Second Quarter Loss For Boeing Following MAX Crisis

Aerospace giant Boeing has reported its biggest-ever quarterly loss today, as costs related to the 737 MAX grounding continue to pile up. Overall, the company posted a $3.4bn loss in the quarter, due in part to the surprise announcement of a $5.6bn charge relating to the cost of airline compensation for the MAX grounding.

737 MAX
Boeing is feeling the effects of the MAX, posing the biggest loss
in history. Photo: Boeing

CEO Dennis Muilenburg said in the earnings report,

“This is a defining moment for Boeing and we remain focused on our enduring values of safety, quality, and integrity in all that we do, as we work to safely return the 737 MAX to service. During these challenging times, teams across our enterprise continue to perform at a high level while delivering on commitments and capturing new opportunities driven by strong, long-term fundamentals.”         

What are the details?

Although many analysts expected Boeing to have a tough quarter, nobody expected them to miss their guidance to quite the extent that has been reported today. To summarize the report in comparison to the Wall Street estimates, here’s how the final figures looked:

  • Revenue: Expected -$20.4bn, actual – $15.8bn
  • Earnings per share: Expected – $1.96, actual – $5.82 loss

The gross overall loss came out at $3.38bn, leading to a net loss of $2.94bn. Boeing maintains that previously issued 2019 guidance did not reflect the impacts of the 737 MAX grounding. They have advised that new guidance will be issued at a future date.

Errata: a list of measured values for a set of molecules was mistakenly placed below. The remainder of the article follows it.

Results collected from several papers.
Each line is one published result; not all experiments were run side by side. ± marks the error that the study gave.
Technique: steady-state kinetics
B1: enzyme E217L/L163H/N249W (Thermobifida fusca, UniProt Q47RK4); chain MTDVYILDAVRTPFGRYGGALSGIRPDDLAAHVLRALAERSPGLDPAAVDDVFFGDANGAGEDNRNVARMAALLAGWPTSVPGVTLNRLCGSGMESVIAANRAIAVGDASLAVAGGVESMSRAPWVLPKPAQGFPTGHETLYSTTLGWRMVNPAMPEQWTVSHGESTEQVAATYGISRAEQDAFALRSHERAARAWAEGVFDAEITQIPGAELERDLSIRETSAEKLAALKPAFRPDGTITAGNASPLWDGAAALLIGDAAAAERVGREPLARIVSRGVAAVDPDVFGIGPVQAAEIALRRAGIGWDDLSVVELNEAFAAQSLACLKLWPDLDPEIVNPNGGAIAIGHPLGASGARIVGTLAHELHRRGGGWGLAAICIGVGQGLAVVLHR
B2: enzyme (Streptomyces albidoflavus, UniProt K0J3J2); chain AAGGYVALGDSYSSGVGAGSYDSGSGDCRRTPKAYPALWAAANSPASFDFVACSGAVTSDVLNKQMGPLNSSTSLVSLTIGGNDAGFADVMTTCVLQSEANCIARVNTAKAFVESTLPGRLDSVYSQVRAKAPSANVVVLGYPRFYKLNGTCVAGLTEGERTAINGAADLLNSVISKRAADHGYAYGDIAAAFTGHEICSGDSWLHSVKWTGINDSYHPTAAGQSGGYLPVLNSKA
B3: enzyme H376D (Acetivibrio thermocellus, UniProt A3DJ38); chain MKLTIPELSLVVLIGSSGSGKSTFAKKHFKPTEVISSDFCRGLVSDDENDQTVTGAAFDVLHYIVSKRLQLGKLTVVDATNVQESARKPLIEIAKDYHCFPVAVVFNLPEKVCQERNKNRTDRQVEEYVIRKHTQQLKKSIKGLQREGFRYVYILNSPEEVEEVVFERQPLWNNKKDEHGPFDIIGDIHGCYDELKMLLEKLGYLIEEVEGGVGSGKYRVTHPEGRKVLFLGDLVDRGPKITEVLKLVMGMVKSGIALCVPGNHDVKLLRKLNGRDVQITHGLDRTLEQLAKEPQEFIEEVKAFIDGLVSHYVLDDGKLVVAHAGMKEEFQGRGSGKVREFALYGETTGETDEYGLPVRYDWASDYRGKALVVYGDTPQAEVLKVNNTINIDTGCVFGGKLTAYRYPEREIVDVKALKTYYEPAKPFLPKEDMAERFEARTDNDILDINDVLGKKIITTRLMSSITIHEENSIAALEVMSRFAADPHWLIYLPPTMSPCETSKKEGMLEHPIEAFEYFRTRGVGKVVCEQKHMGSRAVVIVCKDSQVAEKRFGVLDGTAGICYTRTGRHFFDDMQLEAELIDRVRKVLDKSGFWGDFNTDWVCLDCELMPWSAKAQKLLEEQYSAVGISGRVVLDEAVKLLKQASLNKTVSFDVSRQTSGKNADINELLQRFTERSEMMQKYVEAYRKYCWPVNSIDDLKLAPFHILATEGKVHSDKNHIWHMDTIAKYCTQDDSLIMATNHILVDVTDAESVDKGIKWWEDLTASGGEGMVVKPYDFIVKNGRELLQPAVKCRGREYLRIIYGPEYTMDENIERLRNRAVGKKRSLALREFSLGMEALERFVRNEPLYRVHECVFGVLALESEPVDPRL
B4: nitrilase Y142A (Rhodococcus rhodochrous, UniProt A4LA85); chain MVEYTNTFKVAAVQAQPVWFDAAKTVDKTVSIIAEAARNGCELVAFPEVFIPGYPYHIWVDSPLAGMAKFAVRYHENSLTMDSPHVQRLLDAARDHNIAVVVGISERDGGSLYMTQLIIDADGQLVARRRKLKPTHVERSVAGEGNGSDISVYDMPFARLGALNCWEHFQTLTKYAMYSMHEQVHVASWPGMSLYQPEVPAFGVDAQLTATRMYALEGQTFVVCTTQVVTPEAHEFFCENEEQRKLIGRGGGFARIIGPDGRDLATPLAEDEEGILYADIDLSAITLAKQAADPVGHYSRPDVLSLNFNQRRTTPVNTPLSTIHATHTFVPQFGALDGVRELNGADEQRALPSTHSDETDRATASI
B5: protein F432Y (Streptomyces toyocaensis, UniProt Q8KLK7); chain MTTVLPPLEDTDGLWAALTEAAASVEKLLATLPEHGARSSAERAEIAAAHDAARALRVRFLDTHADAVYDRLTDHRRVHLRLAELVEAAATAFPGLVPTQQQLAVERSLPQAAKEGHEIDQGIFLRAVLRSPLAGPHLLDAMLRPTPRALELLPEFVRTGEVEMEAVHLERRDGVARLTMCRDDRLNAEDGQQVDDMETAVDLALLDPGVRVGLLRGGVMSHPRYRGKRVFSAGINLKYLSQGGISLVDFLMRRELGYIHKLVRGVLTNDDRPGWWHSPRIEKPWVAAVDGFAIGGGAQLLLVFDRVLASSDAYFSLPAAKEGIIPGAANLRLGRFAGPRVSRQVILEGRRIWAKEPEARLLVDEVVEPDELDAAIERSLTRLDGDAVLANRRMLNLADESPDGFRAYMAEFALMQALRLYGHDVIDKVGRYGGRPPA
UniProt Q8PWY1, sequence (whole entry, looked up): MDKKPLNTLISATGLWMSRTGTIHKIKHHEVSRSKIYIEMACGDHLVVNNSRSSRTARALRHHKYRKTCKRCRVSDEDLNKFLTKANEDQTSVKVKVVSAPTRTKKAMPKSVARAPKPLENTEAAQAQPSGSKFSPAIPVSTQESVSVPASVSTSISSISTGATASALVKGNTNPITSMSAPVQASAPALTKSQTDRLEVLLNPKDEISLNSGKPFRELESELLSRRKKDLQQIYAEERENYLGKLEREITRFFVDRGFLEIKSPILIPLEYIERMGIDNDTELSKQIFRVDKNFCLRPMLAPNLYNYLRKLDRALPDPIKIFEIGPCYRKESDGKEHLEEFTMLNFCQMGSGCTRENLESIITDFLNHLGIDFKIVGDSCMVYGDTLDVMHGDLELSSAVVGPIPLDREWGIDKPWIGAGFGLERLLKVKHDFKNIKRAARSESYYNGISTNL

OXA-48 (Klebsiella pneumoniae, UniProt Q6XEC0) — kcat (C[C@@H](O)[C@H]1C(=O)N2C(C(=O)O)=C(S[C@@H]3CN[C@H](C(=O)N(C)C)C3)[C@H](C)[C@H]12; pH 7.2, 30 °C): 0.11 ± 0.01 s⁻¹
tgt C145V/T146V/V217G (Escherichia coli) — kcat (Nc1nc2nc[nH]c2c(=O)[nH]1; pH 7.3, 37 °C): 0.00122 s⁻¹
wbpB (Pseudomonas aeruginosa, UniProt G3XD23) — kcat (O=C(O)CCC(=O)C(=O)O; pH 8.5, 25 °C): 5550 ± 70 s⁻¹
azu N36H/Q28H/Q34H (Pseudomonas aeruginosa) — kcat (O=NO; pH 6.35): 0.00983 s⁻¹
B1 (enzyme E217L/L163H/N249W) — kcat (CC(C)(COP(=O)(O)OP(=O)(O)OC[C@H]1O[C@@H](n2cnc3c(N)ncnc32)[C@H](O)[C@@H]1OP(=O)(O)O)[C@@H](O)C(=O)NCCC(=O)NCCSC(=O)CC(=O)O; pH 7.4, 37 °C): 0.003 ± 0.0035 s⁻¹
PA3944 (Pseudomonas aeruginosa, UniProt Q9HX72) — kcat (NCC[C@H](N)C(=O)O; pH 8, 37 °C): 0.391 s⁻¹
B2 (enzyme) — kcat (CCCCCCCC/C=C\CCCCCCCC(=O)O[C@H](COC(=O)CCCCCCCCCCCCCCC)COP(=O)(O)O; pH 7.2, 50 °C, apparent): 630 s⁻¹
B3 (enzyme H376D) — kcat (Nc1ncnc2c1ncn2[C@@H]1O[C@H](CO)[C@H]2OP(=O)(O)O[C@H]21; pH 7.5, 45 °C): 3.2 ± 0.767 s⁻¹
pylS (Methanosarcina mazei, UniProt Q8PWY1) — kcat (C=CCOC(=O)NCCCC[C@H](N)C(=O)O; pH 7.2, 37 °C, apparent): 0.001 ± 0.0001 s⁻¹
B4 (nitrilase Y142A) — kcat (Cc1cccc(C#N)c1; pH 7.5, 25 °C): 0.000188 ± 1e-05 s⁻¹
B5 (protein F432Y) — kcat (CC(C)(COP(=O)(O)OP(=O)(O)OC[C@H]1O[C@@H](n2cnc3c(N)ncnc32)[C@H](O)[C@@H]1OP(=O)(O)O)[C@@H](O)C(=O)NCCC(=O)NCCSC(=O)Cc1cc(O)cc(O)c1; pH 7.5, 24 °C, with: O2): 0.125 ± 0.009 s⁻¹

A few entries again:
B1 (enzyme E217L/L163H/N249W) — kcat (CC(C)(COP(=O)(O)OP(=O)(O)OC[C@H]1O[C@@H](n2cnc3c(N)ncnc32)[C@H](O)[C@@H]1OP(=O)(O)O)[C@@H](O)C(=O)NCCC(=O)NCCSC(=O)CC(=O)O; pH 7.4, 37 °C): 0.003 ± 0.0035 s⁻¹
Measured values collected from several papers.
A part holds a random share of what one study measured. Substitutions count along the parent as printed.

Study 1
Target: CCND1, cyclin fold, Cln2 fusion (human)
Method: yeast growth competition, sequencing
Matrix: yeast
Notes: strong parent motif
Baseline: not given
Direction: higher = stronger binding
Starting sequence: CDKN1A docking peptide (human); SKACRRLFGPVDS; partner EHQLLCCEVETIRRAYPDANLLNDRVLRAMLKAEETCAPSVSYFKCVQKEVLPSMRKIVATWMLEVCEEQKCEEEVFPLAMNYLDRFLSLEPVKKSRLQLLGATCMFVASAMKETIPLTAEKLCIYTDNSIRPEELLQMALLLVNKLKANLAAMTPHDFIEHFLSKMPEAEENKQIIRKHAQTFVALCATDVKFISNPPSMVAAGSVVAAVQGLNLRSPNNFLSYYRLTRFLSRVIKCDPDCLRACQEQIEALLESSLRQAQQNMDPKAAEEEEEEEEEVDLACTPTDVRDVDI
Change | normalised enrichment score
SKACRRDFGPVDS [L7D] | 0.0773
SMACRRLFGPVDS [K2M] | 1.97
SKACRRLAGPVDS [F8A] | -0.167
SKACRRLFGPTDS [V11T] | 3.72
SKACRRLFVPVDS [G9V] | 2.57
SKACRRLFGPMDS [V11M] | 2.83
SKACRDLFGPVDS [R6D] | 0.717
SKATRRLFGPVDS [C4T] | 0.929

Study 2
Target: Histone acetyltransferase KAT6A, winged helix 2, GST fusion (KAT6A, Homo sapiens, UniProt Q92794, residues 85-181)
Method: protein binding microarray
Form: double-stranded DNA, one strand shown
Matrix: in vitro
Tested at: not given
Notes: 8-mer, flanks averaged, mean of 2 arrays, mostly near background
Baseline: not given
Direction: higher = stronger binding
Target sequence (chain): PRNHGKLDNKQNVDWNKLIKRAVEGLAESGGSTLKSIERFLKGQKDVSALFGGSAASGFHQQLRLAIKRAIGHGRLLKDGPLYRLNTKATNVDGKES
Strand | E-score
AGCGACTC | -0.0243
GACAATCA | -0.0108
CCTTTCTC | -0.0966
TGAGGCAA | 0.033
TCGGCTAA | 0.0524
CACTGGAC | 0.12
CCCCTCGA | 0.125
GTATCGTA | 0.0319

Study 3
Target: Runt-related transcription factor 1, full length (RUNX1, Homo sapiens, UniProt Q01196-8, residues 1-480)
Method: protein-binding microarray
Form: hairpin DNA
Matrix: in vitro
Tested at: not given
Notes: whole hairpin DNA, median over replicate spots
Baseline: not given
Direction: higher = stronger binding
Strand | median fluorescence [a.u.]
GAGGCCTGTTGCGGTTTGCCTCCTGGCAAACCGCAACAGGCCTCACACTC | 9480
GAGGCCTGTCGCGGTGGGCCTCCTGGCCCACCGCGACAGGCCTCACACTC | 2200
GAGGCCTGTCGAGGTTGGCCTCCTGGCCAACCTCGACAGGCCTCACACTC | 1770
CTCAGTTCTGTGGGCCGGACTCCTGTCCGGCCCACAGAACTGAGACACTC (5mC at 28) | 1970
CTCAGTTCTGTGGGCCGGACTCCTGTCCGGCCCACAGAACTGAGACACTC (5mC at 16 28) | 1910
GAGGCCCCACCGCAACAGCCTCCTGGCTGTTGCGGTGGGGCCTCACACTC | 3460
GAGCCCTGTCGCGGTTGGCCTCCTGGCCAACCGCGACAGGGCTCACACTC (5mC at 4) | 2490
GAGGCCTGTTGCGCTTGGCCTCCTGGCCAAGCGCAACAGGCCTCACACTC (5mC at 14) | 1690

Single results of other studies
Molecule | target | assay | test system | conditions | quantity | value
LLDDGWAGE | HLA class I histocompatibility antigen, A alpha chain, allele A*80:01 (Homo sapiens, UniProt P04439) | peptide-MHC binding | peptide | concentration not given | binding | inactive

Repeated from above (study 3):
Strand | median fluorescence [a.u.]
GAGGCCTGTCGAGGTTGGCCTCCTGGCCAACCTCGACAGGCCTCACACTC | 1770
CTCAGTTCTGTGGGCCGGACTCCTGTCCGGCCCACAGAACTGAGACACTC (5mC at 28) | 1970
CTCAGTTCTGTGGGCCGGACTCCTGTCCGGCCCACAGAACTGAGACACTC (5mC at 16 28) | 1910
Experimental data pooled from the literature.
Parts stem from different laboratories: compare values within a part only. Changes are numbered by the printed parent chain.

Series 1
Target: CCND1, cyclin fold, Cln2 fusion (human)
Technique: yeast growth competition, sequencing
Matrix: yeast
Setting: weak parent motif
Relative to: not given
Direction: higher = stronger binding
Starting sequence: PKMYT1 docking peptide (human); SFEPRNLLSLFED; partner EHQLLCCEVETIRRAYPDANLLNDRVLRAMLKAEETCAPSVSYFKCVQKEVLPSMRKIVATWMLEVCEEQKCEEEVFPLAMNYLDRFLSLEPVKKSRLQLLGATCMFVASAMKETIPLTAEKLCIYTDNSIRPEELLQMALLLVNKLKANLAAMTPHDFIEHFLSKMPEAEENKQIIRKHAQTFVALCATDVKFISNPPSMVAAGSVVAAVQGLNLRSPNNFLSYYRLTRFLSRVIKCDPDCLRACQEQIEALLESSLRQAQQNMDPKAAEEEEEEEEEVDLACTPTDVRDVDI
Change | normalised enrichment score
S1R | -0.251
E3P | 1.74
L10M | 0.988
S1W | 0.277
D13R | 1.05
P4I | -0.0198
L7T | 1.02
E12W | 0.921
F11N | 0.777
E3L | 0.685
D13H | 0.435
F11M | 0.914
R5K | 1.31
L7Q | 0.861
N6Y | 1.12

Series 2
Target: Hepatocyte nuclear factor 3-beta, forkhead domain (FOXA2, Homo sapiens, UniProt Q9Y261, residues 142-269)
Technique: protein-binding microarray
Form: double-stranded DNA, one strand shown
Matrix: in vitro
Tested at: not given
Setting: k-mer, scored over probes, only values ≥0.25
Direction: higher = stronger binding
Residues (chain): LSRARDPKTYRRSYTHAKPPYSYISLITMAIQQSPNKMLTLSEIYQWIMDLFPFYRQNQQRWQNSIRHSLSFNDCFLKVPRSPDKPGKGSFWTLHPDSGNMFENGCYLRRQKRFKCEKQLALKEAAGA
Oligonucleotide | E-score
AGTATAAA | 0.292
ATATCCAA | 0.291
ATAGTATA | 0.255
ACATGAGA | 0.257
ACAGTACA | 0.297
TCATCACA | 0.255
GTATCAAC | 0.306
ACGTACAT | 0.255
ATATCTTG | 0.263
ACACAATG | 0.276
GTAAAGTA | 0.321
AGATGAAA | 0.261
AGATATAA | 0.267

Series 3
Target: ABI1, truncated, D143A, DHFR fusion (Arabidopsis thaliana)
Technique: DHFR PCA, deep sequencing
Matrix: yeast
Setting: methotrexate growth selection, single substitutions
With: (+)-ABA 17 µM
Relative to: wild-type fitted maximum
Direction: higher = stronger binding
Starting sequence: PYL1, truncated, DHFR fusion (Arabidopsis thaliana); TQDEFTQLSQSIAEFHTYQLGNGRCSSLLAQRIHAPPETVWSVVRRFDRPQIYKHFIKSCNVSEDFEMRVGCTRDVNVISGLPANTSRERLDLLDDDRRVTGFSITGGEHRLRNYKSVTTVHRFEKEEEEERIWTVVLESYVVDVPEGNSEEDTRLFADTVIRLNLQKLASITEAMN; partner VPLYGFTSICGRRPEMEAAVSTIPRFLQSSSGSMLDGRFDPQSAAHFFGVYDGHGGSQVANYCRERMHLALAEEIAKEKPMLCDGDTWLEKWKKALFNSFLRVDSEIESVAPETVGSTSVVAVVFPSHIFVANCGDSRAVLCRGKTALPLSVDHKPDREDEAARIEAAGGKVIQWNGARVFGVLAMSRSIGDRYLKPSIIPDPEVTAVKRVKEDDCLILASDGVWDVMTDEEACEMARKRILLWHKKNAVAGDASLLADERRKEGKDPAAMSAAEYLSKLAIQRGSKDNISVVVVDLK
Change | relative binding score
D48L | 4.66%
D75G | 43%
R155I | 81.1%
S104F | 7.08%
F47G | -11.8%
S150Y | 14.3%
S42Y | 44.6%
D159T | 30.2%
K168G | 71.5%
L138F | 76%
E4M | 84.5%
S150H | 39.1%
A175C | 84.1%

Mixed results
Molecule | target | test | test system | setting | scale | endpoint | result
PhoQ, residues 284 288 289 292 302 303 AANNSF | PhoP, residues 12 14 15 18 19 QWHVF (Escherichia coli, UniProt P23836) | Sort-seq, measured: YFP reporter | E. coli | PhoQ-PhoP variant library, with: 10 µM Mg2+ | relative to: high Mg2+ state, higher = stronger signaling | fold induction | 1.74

Deliveries of aircraft were significantly down. Photo: Wikimedia Commons

In terms of their commercial aircraft sector, Boeing reported deliveries in the second quarter were just 90 aircraft, down 54% from the 194 in the same period last year. Revenue was just $4.7bn, compared to almost $14bn over the second quarter of 2018. As such, the unit ran at a $4.9bn loss.

Boeing has shied away from introducing new guidance in light of the 737 MAX grounding, saying that “due to the uncertainty of the timing and conditions surrounding return to service of the 737 MAX fleet”, they would issue such guidance at a later date. This suggests that the manufacturer is still some way from gaining regulatory approval for the plane.

In other areas, the company fared much better, reporting gains in both the Defense, Space and Security unit and the Global Services unit. Revenue for defense was up 8%, with earnings from operations up 159%. For Global Servies, revenue increased 11% and earnings by 14%.

The impact of the MAX

The direct consequence of the grounding of Boeing’s bestselling jet is clear to see. The 104 fewer aircraft deliveries are a result of the halting of the MAX handoffs, but that’s not the only impact on the manufacturer’s bottom line.

Ryanair Boeing 737 MAX Delay
Airlines, including Ryanair, have delayed deliveries of the MAX pending regulatory approval. Photo: Ryanair

Most significantly, Boeing’s recent announcement of a $5.6bn charge ($4.9bn after tax) in the second quarter has impacted profits at the company. The company stated that the charge is an estimate of the value of compensation claims by airlines who have been left without the MAX operating in their fleet.

Although the money will be paid out over several years, Boeing decided to book the entire charge in this most recent quarter. Had this charge been borne out alone by shareholders, it would have been worth $8.74 a share in earnings. However, the costs were partially offset by higher defense and services volume.

The 777X first flight will now not take place until early 2020. Photo: Boeing

Also saving the company’s bottom line has been the success of the 787 Dreamliner, which they say has gone some way to offsetting the MAX charge and lower 737 deliveries. However, the report also revealed that the engine challenges on the forthcoming 777X are now pushing back first flight until early 2020, which places in jeopardy the late 2020 EIS for the aircraft.